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Gaining a competitive edge in payments under Single Euro Payments Area (SEPA)

Overcoming challenges for payments services providers (PSPs) and payments services users (PSUs).


Contrary to common belief, migration to the Single Euro Payments Area (SEPA) is far from complete—both for payments services providers (PSPs) and payments services users (PSUs). A lot of work still needs to be carried out because:

  • Many participants approached their initial SEPA migration as a compliance project primarily to meet a point-in-time deadline, rather than an opportunity to reengineer their payments operations.

  • The SEPA scheme is still evolving. The next versions of the SEPA Credit Transfer (SCT) and SEPA Direct Debit (SDD) rulebooks are currently under development and scheduled to come into effect beginning November 2015.

Against this background, the next phase of SEPA migration is imminent—focusing on payments transformation. In this phase, corporates will need to take steps to consolidate their banking relationships and harmonize their processes. Further, on the supplier side, this phase will see wider acceptance of SEPA Additional Optional Services (AOS)—as PSPs seek to build differentiation and win market share in a highly competitive payments marketplace.

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The migration to SEPA has proved to be a long and costly process for many banks and large corporates. The July 2014 figures from the European Central Bank (ECB) indicate that 98 percent of credit transfer (CT) transactions in the SEPA zone were processed through the SEPA scheme, while the corresponding figure for direct debit (DD) transactions was 97 percent. These high figures have given rise to a common misconception—that SEPA migration is complete. But, many small and medium enterprises (SMEs) are yet to migrate.

Meanwhile, for the corporates and financial institutions that have migrated successfully, questions remain whether their projects leverage SEPA as a long-term opportunity, or if they treat it as a regulatory obligation. But, considering the benefits of migration to SEPA—which offers an opportunity for the harmonization of payments infrastructure across the Eurozone’s member states—companies that fail to harness its full potential stand to lose out.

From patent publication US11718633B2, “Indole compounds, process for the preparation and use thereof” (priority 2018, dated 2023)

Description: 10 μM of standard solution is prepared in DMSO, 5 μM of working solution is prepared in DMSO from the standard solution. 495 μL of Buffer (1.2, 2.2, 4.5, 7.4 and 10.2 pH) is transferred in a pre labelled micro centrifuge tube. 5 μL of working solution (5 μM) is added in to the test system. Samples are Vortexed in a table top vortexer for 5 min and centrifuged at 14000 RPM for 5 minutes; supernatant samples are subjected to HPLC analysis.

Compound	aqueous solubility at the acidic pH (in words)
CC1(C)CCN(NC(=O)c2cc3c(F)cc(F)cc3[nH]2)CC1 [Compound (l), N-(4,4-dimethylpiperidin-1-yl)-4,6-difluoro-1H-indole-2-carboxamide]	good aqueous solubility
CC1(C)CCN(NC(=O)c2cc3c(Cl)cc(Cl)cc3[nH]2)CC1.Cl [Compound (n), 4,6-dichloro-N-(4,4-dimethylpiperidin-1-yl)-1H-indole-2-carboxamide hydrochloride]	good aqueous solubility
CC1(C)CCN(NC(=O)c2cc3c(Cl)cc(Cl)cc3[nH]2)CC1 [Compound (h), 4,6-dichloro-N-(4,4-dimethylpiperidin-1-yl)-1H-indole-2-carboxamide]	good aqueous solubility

Further, advances such as the SEPA principle of equal charges and the abolition of transaction multilateral interchange fees (MIFs) for cross-border direct debits mean that PSPs are now in a position to market their services on a European level. As a result, corporates have an unprecedented level of choice when it comes to selecting their banking partners.

Key Findings

Accenture envisions two primary trends for the financial services industry in Europe:

Trend 1: Industry and service consolidation

​Once the dust settles on the SEPA migration and corporates feel confident that the outstanding issues have been resolved, the industry is likely to see increased levels of banking consolidation and "payment-on-behalf-of" (POBO) structures. Also, increased competition between PSPs will drive price convergence, and a need for greater efficiency, innovation and market differentiation. 

Trend 2: Enhancement through optional services

Given the scale of change required for SEPA compliance, many financial institutions initially focused on core requirements and non-optional elements. However, now that significant progress has been made, many banks are looking toward implementation of additional optional services (AOS) that will benefit them as well as end users, such as:

  • Core time cycle (COR1): Only three countries are operating the COR1 optional element of the SEPA Direct Debit scheme, which offers corporates greater agility and tighter control over their cash flows.

  • Direct Debit B2B scheme: This scheme is supported by just 88 percent of financial institutions that are registered as SEPA-ready participants in the Direct Debit Core scheme.

  • E-mandate: The use of e-mandates to automate the entire end-to-end processing and management of SEPA direct debit mandates.


SEPA has fundamentally changed the payments landscape across 34 countries. However, many SEPA programs have been short-term in nature, focusing on "getting the job done" in terms of compliance. This approach meant that many corporates missed out on the chance to exploit SEPA as an opportunity to reengineer their business and drive a fundamental transformation of their finance operation.

As SEPA continues to evolve, corporates are looking at opportunities to fully realize SEPA’s potential. They are likely to pursue finance transformation through initiatives such as consolidating their payments processing with selected suppliers and creating shared-service payments factories (whether in-house or outsourced) to maximize efficiency, visibility and standardization.

PSPs and banks that act now—by moving away from a series of discrete, tactical compliance projects to a continuous, forward-thinking approach to SEPA—will be best placed to win.